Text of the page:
Enstrophy

In fluid dynamics, the enstrophy $\mathcal{E}$ can be interpreted as another type of potential density (ie. see probability density); or, more concretely, the quantity directly related to the kinetic energy in the flow model that corresponds to dissipation effects in the fluid. It is particularly useful in the study of turbulent flows, and is often identified in the study of thrusters as well as the field of flame theory.[1]

The enstrophy can be described as the integral of the square of the vorticity $\eta$ given a velocity field $\mathbf{u}$ as,

$\mathcal{E}(\mathbf{u}) =\frac{1}{2} \int_{S} \eta^{2}dS.$

Here, since the curl gives a scalar field in 2-dimensions (vortex) corresponding to the vector-valued velocity solving in the incompressible Navier–Stokes equations, we can integrate its square over a surface S to retrieve a continuous linear operator on the space of possible velocity fields, known as a current. This equation is however somewhat misleading. Here we have chosen a simplified version of the enstrophy derived from the incompressibility condition, which is equivalent to vanishing divergence of the velocity field,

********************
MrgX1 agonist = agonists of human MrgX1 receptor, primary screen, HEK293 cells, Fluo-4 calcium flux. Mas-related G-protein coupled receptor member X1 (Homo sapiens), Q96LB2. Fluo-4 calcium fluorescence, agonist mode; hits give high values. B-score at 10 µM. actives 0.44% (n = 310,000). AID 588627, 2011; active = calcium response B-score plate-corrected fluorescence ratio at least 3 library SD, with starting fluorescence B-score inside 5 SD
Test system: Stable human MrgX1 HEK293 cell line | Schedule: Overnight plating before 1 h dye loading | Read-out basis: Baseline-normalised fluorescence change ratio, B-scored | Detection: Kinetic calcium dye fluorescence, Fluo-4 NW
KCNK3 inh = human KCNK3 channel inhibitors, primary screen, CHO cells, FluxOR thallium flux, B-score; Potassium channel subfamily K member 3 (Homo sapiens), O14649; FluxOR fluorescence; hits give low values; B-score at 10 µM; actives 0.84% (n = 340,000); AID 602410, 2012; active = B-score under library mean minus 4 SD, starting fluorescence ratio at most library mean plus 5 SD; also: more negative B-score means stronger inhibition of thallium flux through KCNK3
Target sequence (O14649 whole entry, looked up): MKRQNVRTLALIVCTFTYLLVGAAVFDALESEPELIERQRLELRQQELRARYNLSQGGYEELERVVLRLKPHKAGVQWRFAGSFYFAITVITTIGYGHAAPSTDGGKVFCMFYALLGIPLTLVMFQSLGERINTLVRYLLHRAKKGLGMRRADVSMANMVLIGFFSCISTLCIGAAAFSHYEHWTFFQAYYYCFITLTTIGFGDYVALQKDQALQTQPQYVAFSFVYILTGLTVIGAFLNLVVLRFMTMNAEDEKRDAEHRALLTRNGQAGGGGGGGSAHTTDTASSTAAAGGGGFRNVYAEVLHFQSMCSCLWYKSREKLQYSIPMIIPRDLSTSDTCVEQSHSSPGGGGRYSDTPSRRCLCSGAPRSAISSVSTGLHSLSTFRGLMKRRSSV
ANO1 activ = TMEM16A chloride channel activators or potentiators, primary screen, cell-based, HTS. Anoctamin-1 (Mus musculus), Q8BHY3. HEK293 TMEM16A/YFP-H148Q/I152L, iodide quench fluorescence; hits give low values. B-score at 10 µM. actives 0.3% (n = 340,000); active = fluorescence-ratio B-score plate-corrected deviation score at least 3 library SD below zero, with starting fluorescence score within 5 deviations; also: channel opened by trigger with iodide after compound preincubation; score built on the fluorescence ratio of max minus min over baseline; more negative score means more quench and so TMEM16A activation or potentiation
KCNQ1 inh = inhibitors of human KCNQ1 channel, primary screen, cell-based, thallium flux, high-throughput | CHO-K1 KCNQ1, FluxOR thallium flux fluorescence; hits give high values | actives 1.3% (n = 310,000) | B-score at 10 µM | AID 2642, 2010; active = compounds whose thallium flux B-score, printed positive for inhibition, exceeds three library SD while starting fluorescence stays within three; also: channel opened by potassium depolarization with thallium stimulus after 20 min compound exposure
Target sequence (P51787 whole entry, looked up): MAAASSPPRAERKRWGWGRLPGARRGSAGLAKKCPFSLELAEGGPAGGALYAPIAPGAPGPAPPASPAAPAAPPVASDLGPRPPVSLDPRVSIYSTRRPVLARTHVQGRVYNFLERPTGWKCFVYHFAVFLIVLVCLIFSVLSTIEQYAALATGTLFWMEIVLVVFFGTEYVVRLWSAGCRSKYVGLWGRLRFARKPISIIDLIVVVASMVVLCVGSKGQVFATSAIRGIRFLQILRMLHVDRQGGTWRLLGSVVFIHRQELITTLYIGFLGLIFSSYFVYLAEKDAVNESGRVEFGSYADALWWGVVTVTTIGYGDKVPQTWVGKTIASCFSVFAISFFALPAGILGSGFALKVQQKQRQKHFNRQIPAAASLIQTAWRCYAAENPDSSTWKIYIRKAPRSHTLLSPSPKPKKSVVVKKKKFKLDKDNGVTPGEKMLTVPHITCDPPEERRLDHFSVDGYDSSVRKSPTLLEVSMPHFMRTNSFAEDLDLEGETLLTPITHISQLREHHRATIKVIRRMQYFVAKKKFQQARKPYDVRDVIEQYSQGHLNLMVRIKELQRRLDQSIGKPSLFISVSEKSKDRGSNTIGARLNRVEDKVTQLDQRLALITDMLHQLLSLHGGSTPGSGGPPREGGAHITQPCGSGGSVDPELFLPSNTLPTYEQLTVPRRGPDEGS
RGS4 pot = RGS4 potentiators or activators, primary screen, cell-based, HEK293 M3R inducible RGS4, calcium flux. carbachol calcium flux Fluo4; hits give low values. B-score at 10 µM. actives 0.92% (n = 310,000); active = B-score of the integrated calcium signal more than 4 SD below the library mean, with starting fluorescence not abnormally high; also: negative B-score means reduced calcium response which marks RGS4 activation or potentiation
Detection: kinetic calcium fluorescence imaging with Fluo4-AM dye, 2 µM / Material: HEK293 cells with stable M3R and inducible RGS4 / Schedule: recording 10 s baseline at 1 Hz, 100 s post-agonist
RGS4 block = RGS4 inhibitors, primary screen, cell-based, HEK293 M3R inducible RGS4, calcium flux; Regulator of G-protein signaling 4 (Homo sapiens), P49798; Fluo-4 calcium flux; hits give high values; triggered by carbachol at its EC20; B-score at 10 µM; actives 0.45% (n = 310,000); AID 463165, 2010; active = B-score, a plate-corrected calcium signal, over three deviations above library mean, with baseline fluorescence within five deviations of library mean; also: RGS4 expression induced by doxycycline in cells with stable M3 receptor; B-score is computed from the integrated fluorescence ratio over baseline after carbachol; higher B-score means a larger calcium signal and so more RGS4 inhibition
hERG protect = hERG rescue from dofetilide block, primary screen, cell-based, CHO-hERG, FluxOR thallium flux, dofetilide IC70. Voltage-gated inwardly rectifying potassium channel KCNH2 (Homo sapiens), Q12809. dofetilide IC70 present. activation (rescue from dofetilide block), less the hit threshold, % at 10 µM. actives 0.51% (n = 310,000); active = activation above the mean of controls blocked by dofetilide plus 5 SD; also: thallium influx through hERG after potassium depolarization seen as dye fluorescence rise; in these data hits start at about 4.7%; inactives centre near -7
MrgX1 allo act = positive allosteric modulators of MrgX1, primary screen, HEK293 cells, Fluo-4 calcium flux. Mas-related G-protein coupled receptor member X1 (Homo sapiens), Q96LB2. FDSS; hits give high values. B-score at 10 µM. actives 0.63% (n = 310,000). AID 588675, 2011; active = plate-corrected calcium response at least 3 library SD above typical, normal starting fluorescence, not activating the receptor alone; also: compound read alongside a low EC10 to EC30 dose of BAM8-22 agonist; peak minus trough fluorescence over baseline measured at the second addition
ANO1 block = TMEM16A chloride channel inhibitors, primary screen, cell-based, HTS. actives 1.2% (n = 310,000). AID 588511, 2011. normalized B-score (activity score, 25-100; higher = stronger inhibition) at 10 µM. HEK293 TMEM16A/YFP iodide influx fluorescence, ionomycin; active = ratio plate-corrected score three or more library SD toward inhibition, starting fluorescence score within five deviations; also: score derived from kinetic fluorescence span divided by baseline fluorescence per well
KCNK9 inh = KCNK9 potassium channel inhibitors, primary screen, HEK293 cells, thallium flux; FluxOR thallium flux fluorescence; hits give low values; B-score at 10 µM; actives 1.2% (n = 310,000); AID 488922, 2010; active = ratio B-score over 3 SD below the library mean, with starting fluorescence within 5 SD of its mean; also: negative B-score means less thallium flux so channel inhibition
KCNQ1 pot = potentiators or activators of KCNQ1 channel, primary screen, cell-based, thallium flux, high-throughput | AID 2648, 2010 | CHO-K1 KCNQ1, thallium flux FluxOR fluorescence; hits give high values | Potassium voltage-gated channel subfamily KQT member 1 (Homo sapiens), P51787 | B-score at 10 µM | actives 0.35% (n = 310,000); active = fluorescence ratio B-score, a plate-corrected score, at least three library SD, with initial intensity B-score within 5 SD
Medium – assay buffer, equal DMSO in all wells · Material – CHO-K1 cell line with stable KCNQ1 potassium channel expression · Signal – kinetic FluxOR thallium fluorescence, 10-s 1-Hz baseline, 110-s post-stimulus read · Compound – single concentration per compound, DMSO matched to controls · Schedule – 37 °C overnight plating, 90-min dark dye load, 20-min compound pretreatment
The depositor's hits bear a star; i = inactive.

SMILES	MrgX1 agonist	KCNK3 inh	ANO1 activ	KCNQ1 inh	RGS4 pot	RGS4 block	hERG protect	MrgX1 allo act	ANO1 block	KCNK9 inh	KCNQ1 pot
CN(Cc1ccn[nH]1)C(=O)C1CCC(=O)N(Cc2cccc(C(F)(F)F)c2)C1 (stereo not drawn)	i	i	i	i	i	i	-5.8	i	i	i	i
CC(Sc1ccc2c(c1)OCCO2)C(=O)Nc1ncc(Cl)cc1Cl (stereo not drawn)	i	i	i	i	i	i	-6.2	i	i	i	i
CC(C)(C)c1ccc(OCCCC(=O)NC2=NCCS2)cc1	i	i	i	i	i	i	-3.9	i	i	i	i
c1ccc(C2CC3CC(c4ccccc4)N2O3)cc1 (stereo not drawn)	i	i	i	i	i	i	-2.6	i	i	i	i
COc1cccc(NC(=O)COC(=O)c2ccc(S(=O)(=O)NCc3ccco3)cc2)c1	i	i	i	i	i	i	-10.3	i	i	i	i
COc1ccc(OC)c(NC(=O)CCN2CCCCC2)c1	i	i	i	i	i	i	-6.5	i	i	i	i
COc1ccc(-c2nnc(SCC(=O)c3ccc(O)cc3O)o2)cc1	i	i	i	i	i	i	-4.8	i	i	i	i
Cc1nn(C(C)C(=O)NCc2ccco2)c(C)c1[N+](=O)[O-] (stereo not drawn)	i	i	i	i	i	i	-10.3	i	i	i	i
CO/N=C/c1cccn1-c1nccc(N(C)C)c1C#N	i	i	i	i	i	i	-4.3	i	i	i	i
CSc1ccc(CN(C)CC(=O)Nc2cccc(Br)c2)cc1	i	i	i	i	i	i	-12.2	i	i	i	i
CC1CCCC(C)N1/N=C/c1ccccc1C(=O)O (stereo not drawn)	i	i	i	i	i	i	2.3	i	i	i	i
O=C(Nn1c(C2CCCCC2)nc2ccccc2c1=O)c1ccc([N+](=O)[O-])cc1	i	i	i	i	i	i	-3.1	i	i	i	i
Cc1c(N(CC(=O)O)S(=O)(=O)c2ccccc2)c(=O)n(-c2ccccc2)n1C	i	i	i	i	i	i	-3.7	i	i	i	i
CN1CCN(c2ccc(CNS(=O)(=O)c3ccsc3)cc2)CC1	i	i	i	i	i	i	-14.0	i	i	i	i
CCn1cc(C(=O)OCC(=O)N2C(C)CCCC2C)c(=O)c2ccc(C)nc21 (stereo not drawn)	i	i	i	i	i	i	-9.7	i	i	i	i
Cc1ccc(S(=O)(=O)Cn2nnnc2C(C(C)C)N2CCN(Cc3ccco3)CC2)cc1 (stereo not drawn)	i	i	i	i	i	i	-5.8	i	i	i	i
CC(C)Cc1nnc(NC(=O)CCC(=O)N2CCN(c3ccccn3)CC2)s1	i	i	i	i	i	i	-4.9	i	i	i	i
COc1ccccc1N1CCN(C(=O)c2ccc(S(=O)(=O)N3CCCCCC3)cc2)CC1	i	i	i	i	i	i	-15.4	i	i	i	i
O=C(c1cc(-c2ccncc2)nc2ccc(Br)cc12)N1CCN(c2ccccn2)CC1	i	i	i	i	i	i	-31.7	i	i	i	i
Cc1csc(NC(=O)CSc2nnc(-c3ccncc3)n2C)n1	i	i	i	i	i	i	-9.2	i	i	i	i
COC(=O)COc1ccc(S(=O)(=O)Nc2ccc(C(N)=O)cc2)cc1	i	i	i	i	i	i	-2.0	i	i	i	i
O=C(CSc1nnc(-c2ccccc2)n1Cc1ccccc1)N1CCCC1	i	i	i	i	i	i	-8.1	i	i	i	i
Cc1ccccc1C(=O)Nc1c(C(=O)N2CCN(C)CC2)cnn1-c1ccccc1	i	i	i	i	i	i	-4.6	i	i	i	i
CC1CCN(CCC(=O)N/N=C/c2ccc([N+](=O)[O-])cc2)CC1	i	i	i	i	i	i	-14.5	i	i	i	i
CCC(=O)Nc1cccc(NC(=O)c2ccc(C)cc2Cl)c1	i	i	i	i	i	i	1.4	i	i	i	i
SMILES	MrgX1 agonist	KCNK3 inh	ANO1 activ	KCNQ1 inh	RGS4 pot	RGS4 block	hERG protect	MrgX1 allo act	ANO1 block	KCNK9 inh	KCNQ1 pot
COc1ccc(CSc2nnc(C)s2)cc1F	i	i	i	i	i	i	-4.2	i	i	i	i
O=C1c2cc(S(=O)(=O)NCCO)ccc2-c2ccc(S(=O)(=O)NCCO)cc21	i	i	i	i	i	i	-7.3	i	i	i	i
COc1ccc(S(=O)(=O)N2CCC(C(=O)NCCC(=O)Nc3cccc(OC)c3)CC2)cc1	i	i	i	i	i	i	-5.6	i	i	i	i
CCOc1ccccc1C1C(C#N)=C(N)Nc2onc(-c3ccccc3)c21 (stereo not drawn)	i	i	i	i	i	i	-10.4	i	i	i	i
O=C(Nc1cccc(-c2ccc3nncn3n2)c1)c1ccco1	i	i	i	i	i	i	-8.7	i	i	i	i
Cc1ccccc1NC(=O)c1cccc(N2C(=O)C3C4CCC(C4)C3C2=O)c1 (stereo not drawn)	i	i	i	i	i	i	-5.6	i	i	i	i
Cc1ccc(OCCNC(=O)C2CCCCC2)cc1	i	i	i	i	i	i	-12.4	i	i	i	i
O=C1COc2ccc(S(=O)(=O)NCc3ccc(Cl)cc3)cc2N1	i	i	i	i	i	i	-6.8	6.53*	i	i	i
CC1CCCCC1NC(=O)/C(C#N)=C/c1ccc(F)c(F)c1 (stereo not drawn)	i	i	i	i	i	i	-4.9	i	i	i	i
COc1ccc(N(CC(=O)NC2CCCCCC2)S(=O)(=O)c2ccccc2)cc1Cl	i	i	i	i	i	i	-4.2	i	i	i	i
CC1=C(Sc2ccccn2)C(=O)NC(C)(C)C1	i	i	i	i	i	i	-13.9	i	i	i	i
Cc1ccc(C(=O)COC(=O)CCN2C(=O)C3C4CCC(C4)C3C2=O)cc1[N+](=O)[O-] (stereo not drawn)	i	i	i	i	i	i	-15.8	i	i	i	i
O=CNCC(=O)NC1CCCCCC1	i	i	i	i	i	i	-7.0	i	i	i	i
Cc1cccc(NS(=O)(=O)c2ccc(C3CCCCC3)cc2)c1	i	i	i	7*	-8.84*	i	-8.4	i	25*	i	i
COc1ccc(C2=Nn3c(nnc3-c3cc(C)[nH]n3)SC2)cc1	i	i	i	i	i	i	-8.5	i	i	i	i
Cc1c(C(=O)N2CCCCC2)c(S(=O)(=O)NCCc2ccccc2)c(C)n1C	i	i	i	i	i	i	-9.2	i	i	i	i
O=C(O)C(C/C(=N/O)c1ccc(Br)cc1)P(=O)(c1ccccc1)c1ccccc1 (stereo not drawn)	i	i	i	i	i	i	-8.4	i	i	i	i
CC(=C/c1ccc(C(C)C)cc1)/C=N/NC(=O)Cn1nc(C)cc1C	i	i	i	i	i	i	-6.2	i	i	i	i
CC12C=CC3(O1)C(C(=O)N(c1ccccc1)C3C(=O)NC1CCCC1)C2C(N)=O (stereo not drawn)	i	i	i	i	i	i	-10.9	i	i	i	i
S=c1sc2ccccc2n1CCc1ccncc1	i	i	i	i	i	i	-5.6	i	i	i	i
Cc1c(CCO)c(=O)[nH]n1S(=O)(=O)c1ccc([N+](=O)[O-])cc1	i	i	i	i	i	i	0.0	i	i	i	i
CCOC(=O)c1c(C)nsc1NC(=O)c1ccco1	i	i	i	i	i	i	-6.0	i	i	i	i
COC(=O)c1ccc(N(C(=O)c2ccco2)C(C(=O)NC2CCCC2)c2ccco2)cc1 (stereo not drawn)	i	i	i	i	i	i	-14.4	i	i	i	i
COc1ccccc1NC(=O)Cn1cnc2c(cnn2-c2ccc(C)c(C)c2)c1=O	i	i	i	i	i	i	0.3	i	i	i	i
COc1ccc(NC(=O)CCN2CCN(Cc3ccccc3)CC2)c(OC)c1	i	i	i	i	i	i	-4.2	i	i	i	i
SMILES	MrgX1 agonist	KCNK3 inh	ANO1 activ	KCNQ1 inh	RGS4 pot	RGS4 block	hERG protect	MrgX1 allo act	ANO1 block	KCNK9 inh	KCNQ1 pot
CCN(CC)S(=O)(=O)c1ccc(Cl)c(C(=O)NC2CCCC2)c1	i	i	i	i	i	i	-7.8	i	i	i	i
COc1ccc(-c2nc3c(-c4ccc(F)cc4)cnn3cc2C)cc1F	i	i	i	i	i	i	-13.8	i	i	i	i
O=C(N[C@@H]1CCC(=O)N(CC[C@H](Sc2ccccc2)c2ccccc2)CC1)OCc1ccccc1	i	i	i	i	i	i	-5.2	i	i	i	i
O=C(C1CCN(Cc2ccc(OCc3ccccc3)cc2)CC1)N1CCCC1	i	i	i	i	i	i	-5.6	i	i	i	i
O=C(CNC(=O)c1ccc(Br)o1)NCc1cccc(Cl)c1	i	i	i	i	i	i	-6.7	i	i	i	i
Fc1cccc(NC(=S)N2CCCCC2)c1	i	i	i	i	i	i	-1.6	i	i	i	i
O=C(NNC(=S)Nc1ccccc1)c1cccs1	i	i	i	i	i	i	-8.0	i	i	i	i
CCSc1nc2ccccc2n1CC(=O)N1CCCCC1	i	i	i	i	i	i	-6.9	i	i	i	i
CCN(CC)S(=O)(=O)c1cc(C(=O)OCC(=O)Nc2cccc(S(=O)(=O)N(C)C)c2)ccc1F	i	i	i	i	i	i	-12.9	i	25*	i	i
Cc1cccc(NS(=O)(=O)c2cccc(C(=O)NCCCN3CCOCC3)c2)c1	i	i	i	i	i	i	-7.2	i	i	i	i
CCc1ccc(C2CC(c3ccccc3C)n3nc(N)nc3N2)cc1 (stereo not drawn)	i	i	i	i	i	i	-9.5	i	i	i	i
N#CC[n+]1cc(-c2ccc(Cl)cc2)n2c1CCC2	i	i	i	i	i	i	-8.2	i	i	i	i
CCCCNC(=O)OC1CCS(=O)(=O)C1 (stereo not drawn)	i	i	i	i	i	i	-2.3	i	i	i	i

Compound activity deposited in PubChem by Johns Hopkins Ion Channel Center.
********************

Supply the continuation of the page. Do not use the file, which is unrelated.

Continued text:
$\nabla \cdot \mathbf{u} = 0.$

More generally, when not restricted to the incompressible condition, or to two spatial dimensions, the enstrophy may be computed by:

$\mathcal{E}(\mathbf{u}) = \int_{S} |\nabla (\mathbf{u})|^{2}dS.$

where

$|\nabla (\mathbf{u})|$

is the Frobenius norm of the gradient of the velocity field $\mathbf{u}$.